Trigeminal Neuralgia is a chronic condition caused by compression of the Trigeminal nerve and resulting in excruciating pain (most commonly) in the lower part of the face.
There is no permanent cure for Trigeminal Neuralgia but here are some treatment guidelines that prove relief from the pain temporarily.
- Identification and avoidance of triggers
- Percutaneous procedures
- Radiological processes
- Surgical procedures
- Complementary long term techniques
1- Identification and avoidance of triggers
Different individuals have different triggering factors. It is important to figure out the specific triggers and avoid them. Some of the triggers include:
- Drinking warm or cold drinks.
- Strong winds.
- Certain foods that might trigger an attack are; caffeine, lemons, and other citruses.
The severe pain, characteristic of Trigeminal Neuralgia cannot be treated using a simple analgesic. Other medicines are prescribed to help with the pain.
People who have frequent attacks of pain, need to take anticonvulsants on a regular basis. However, they can temporarily stop these during the period of remission. Some of the anticonvulsants are:
Carbamazepine being the only licensed drug to provide pain relief in trigeminal neuralgia.
None of these medicines provide permanent relief from the pain. Patients tend to develop tolerance towards these medicines with the passage of time.
They provide sedative action against severe pain. Including:
These are mostly given with anticonvulsant drugs.
Baclofen is one important muscle relaxant
- Botulinum toxin injection is used to block the sensations from nerves. These only provide temporary relief.
Over time, the patient develops tolerance against these medicines, and they stop working for him. At this point, percutaneous, Radiological, and open surgical procedures can help with the pain.
3- Percutaneous procedures
This involves the complete destruction of nerve fibers by applying heat, that are responsible for the pain. There are several ways to carry out Rhizotomy.
Glycerol is injected at the point where three main branches of the Trigeminal nerve join together to form a ganglion, Gasserian ganglion, disrupting the signal transmission to the brain from pain receptors.
A balloon is used to damage the pain-causing nerve fibers. The procedure involves passing a needle through the cheek and then using that Needle to pass a catheter and a balloon. The balloon is inflated, which compresses the nerve and damages the fibers.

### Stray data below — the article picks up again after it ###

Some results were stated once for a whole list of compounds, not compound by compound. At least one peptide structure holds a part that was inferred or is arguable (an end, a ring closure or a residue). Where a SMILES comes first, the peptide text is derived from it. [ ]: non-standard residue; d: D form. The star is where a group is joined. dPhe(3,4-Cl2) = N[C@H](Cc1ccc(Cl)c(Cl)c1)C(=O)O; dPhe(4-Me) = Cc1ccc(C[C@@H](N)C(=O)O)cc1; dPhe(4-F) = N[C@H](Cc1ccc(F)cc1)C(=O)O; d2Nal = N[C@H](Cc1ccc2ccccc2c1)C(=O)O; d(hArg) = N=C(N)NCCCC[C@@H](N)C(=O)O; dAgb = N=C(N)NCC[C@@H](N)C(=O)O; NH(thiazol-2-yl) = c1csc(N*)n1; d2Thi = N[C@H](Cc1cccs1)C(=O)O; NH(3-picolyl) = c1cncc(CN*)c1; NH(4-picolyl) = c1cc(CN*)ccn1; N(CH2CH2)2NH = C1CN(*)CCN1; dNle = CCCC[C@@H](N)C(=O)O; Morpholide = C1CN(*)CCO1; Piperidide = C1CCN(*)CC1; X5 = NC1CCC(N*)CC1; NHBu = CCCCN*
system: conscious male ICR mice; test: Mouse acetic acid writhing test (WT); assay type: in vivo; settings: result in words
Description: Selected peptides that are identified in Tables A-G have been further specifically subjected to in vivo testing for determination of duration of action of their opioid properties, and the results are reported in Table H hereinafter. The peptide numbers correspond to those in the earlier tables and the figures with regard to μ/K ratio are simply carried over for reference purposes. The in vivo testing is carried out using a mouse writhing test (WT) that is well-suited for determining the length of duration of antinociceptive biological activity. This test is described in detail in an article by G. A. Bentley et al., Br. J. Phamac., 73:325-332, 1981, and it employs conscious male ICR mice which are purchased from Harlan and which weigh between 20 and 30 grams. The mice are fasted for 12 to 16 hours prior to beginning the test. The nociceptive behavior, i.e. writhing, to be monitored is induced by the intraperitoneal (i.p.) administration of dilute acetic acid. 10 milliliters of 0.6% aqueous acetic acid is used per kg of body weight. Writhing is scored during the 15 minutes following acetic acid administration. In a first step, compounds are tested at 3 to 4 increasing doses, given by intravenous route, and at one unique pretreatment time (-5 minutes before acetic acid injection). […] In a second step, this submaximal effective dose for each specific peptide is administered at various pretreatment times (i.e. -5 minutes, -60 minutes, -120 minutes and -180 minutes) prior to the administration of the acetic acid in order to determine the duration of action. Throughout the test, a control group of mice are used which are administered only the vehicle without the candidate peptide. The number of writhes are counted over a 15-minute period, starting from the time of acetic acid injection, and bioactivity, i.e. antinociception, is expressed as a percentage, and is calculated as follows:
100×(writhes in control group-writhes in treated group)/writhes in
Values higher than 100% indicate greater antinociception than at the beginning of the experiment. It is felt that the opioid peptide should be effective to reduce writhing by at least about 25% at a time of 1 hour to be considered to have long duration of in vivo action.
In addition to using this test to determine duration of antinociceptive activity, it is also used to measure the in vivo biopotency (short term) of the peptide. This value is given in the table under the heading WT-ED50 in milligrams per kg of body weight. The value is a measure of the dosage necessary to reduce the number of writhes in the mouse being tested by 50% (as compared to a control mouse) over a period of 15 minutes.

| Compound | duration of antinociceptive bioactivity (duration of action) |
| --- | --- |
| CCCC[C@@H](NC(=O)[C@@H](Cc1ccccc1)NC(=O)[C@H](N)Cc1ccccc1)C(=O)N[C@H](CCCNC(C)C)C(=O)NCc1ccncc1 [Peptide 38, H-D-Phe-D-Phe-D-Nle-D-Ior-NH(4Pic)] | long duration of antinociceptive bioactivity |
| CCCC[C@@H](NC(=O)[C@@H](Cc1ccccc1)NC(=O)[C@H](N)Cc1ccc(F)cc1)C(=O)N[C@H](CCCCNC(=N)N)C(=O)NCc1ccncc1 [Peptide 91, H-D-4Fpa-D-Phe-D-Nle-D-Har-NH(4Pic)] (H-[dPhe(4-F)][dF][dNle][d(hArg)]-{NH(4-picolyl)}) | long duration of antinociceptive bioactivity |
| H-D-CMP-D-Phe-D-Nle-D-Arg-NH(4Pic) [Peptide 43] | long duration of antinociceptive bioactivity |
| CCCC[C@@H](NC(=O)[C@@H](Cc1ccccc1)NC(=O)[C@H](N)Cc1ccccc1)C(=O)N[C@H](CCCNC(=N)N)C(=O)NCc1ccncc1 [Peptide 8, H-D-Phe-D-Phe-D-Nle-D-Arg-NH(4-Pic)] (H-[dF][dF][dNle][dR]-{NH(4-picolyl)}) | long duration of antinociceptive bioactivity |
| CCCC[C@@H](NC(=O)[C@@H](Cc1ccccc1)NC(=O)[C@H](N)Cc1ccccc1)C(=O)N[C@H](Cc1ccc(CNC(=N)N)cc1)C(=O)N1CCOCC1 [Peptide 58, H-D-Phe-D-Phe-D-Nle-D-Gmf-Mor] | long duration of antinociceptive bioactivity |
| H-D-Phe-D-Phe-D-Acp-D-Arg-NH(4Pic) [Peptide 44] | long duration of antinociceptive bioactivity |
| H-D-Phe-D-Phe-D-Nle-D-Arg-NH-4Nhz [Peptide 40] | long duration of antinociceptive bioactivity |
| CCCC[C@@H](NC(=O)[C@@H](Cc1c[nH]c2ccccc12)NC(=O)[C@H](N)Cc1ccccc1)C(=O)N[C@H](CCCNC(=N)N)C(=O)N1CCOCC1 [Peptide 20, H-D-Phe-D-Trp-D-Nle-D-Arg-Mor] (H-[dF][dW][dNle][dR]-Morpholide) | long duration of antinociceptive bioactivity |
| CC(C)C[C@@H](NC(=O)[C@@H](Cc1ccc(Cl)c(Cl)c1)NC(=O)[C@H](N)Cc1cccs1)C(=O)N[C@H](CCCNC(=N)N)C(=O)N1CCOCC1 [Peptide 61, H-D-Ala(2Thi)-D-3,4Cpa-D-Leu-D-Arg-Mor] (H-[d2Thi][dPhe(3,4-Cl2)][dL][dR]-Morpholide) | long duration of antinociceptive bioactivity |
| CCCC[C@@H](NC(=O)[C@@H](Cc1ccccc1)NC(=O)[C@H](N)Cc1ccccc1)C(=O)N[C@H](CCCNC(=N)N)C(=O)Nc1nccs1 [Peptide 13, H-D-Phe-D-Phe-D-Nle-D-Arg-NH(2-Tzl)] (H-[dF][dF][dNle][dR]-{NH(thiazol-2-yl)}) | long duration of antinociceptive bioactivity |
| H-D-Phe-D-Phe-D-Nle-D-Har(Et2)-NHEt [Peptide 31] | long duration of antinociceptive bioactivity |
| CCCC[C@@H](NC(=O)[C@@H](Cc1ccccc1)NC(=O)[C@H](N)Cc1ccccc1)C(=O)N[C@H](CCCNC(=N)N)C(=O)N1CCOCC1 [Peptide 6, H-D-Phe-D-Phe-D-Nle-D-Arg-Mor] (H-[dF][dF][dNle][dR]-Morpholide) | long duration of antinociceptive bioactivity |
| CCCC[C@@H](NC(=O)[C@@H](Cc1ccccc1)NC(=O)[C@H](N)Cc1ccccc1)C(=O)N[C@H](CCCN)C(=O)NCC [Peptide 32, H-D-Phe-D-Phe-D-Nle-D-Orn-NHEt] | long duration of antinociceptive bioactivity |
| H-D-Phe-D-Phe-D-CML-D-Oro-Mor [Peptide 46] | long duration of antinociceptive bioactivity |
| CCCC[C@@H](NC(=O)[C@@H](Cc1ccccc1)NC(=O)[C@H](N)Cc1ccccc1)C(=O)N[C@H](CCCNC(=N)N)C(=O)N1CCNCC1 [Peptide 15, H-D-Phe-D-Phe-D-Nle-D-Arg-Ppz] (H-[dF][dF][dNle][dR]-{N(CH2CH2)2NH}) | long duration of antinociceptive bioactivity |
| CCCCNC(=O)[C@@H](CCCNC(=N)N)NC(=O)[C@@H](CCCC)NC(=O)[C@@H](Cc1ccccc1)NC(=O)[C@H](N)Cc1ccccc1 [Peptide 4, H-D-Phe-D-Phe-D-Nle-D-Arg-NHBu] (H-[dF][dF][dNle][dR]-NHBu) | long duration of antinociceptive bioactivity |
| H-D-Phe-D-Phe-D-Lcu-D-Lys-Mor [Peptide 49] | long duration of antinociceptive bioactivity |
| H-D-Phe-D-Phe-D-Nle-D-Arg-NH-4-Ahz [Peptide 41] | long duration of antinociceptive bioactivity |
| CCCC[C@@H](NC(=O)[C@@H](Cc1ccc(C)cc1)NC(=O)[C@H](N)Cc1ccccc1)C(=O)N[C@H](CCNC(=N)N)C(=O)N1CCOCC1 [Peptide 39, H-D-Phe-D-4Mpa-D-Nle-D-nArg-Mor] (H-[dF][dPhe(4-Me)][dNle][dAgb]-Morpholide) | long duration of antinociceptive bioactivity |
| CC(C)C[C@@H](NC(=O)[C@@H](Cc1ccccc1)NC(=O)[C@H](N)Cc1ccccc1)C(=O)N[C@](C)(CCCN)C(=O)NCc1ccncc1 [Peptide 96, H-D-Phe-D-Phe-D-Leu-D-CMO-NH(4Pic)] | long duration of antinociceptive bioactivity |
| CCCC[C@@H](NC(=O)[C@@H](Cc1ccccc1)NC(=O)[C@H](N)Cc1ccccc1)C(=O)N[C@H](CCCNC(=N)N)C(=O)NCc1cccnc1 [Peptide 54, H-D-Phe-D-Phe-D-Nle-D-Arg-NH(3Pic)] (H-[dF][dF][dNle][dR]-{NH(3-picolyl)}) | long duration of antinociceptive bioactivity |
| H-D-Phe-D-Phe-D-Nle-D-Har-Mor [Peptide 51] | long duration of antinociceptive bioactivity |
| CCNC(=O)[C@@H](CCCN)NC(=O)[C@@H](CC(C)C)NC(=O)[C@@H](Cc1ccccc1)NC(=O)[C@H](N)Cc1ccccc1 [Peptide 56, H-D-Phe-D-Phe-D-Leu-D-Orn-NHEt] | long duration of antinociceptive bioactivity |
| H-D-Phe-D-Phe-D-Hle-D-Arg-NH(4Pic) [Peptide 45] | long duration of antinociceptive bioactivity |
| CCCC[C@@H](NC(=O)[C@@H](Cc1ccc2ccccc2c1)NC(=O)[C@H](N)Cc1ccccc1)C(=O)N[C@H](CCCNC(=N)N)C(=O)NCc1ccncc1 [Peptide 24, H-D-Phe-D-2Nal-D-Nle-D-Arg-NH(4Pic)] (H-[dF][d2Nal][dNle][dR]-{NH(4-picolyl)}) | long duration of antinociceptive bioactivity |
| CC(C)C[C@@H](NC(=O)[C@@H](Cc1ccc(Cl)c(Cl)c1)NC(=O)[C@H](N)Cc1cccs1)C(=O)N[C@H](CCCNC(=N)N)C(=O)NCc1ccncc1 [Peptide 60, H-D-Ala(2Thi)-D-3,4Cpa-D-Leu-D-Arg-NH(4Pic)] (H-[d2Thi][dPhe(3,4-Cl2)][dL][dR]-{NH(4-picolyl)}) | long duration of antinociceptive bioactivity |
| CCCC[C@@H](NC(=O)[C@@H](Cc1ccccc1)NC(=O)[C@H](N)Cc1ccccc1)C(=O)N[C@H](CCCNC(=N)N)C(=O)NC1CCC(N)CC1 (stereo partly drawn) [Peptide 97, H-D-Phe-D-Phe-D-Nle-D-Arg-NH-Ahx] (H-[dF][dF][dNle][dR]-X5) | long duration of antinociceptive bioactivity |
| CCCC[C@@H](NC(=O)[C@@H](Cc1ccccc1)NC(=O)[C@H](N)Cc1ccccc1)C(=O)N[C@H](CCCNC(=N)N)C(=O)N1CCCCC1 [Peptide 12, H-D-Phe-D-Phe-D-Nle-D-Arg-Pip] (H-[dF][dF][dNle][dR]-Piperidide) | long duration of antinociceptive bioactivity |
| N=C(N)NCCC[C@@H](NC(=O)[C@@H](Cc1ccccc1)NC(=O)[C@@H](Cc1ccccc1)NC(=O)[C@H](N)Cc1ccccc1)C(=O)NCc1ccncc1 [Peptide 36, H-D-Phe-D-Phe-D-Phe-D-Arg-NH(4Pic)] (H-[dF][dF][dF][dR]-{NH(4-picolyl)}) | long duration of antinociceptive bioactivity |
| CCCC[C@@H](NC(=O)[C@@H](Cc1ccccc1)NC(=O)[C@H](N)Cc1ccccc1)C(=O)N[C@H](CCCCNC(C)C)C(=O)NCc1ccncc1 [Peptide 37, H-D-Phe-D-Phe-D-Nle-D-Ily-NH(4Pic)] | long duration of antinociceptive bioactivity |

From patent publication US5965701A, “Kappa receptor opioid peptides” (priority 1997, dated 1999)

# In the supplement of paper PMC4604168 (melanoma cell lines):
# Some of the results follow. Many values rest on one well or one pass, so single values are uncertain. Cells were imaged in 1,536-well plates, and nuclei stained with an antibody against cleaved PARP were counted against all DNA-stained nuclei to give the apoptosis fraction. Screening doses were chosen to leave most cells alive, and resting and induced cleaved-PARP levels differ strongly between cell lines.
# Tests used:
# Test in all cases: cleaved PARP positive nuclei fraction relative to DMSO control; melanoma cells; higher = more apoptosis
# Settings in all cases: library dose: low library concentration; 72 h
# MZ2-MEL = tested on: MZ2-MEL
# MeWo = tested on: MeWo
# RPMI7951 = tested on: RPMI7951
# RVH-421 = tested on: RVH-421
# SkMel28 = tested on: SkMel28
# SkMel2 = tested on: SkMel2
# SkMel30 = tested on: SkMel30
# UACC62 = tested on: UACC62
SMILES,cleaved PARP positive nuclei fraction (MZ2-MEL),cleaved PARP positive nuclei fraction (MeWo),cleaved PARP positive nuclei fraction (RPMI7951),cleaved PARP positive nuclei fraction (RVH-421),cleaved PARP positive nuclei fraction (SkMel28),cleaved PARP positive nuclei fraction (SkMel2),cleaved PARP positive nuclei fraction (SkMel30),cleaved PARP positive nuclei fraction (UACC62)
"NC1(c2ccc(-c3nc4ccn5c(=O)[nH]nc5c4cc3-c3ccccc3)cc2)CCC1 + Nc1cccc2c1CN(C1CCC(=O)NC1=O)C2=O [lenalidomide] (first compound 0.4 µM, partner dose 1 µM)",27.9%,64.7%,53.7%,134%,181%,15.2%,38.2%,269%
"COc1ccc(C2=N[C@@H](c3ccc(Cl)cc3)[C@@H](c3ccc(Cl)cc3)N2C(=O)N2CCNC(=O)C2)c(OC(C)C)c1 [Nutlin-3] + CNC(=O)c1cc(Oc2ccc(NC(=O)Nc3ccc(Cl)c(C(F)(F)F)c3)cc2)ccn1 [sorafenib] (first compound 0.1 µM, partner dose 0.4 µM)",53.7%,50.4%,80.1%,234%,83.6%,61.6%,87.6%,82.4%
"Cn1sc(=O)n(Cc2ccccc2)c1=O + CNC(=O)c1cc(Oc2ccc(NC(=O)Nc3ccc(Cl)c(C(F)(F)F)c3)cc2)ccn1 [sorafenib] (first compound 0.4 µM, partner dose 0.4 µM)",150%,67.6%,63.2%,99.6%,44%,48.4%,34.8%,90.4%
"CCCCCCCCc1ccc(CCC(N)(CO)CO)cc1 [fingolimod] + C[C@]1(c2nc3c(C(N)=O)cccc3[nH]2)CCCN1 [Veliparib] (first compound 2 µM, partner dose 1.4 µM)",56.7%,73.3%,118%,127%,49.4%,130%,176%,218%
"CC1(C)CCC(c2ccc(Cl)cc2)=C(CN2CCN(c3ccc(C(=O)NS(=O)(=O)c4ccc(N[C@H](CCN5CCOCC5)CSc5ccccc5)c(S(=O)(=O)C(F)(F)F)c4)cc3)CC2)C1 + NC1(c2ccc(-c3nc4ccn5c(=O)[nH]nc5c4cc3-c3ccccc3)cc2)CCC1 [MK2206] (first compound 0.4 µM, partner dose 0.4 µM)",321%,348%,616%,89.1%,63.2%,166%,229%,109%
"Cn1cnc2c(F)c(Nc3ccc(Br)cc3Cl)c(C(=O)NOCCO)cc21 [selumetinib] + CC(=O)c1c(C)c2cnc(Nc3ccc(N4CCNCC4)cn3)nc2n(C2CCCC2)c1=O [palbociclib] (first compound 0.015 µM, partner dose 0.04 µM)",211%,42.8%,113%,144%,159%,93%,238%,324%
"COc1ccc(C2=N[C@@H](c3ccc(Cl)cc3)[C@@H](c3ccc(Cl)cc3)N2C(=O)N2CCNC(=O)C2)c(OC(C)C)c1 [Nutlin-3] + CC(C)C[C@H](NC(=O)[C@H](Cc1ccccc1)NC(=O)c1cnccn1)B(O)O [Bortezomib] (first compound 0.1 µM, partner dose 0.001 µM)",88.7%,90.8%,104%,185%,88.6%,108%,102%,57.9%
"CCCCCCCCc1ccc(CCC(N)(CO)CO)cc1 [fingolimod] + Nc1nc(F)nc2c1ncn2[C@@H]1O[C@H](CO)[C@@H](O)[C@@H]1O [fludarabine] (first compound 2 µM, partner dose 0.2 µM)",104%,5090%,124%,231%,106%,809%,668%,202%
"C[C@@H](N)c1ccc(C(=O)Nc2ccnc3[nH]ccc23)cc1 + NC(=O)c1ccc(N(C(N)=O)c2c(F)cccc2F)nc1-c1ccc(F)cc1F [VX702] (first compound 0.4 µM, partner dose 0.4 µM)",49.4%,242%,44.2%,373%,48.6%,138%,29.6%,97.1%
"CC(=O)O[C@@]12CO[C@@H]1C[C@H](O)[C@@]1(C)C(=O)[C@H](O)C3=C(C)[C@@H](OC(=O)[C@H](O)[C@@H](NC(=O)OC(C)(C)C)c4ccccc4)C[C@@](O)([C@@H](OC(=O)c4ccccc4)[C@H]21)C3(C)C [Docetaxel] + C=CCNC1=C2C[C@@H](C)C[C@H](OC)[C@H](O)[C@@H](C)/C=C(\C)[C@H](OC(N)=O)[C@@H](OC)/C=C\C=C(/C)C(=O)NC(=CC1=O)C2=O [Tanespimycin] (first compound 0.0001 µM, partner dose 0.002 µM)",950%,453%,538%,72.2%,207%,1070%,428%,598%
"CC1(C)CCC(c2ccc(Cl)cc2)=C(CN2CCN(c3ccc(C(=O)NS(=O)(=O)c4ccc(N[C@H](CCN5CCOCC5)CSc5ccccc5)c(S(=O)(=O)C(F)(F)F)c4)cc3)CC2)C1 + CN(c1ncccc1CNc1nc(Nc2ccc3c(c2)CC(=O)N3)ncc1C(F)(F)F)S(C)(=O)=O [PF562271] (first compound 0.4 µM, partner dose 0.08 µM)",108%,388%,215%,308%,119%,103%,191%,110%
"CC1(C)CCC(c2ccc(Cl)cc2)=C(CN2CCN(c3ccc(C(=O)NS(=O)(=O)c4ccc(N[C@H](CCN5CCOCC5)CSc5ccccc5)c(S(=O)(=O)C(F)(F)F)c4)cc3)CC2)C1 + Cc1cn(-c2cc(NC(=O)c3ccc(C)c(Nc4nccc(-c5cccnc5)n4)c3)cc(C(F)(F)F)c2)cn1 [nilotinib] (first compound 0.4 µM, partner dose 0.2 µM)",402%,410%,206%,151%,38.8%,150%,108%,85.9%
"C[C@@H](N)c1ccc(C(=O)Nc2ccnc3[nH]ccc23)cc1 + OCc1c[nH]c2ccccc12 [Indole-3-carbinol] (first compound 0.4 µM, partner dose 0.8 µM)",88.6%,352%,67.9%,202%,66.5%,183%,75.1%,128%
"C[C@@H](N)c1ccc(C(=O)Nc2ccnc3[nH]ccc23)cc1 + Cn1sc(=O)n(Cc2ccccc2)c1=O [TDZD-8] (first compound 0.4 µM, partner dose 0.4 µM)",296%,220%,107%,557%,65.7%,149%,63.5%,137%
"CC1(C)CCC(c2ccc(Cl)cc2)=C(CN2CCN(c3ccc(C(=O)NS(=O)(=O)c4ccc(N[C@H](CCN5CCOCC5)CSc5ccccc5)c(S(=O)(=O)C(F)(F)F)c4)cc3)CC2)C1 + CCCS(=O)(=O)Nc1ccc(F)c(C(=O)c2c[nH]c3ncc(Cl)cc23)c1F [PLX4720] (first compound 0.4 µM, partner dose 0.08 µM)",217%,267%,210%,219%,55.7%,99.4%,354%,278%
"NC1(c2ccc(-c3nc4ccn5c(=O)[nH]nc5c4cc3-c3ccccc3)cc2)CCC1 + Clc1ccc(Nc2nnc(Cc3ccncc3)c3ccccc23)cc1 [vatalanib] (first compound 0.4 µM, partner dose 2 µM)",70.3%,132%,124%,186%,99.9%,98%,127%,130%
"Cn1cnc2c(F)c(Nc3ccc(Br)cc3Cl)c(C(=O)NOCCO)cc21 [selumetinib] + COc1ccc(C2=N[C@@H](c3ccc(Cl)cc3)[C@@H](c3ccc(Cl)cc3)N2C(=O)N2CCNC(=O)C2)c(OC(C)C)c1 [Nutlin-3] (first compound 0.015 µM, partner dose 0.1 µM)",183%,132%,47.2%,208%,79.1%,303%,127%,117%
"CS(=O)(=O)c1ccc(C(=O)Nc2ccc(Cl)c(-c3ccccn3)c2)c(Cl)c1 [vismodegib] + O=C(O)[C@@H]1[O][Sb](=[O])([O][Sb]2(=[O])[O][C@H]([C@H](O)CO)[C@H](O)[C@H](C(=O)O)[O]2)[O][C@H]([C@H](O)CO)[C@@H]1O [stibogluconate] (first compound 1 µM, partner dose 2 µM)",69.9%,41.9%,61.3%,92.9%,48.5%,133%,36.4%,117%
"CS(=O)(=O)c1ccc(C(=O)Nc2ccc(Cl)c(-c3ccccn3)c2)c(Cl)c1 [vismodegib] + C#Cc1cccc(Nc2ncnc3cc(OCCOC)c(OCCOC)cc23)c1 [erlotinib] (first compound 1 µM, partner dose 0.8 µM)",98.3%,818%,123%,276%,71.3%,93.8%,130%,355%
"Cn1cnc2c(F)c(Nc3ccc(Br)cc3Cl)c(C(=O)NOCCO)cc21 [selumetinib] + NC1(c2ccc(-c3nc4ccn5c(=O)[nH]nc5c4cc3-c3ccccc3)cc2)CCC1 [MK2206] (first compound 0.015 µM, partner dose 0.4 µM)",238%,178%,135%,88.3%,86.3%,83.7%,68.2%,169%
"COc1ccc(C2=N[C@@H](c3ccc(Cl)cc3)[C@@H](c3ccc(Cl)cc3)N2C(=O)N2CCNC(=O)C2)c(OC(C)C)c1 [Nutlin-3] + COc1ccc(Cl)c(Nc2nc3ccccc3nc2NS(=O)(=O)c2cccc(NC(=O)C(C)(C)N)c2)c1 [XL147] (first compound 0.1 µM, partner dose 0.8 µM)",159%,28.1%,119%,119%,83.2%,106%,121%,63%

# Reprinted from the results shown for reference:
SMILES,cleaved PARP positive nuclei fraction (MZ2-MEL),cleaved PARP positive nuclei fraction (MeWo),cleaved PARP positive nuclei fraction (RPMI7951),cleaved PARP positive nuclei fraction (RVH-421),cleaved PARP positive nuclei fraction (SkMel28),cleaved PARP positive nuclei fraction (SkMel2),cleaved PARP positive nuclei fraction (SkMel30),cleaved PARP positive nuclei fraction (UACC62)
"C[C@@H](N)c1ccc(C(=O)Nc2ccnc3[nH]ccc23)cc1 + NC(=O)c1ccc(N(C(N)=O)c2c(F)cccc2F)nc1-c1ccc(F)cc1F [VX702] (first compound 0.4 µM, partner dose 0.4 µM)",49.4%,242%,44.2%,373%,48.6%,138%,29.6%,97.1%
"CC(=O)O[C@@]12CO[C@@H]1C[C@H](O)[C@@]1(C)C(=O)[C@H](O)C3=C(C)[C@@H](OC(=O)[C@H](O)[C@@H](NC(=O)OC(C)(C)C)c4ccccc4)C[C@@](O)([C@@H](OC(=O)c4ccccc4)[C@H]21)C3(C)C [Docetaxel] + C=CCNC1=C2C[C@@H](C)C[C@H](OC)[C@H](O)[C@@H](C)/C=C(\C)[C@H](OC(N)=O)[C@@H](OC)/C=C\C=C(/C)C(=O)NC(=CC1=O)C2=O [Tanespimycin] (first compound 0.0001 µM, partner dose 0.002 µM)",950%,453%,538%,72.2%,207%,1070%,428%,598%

4- Radiological processes
A beam of radiation is used to cause damage to the Trigeminal nerve root, This procedure is not invasive and can be done under local anesthesia and shows results in a few weeks time.
Radiofrequency lesioning (RF ablation):
Direct heat is applied to the Gasserian ganglion, (the point where three main branches of Trigeminal nerve meet) using a needle.
This involves the slow formation of a lesion on the nerve by focusing high energy beams of radiation at the Gasserian ganglion. This inhibits the sensory signals for pain being transmitted to the brain.
5- Surgical procedures
The procedure involves removing or replacing the blood vessels which are compressing the Trigeminal nerve underneath. The procedure requires making an opening in the skull and is quite invasive.
However, this has proved successful in 70% of patients.
In cases, where no blood vessel is compressing the nerve. A part of the nerve is cut out, this is most commonly carried out on the superficial branches of Trigeminal nerve in the face.
6- Complementary long term techniques
Some individuals might opt for complementary approaches along with medical treatment. This can offer varying degrees of relief to different individuals.
Some of these are:
Yoga, Meditation, Aromatherapy, Vitamin therapy, Nutritional therapy, Low impact exercises, Acupuncture, and Chiropractic procedures.
Some individuals might go for supportive counseling along with other treatment options.
All these Trigeminal Neuralgia Treatment Guidelines cause loss of sensation and numbness in areas supplied by the Trigeminal nerve. In some procedures like neurectomy, (carried out on the superficial branches), the nerves might grow back and the pain may return, in a few years’ time.
Carbamezipine is the only licensed drug to provide pain relief in Trigeminal Neuralgia. However, there are other anti-convulsants too.
Some of these are:
Yoga, Meditation, Aromatherapy, Vitamin therapy, Nutritional therapy, Low impact exercises, Acupuncture, and Chiropractic procedures are a few examples.
Surgical and any other procedure to treat Trigeminal Neuralgia, cause loss of sensation and numbness in areas supplied by the Trigeminal nerve. In some procedures like neurectomy, the nerves might grow back and the pain may return, in a few years’ time. So, these are not even permanent treatments.
Botullinium Toxin, more commonly known as Botox is used to block the sensations from nerves to be transmitted to the brain. This is a temporary treatment to help patient with the pain.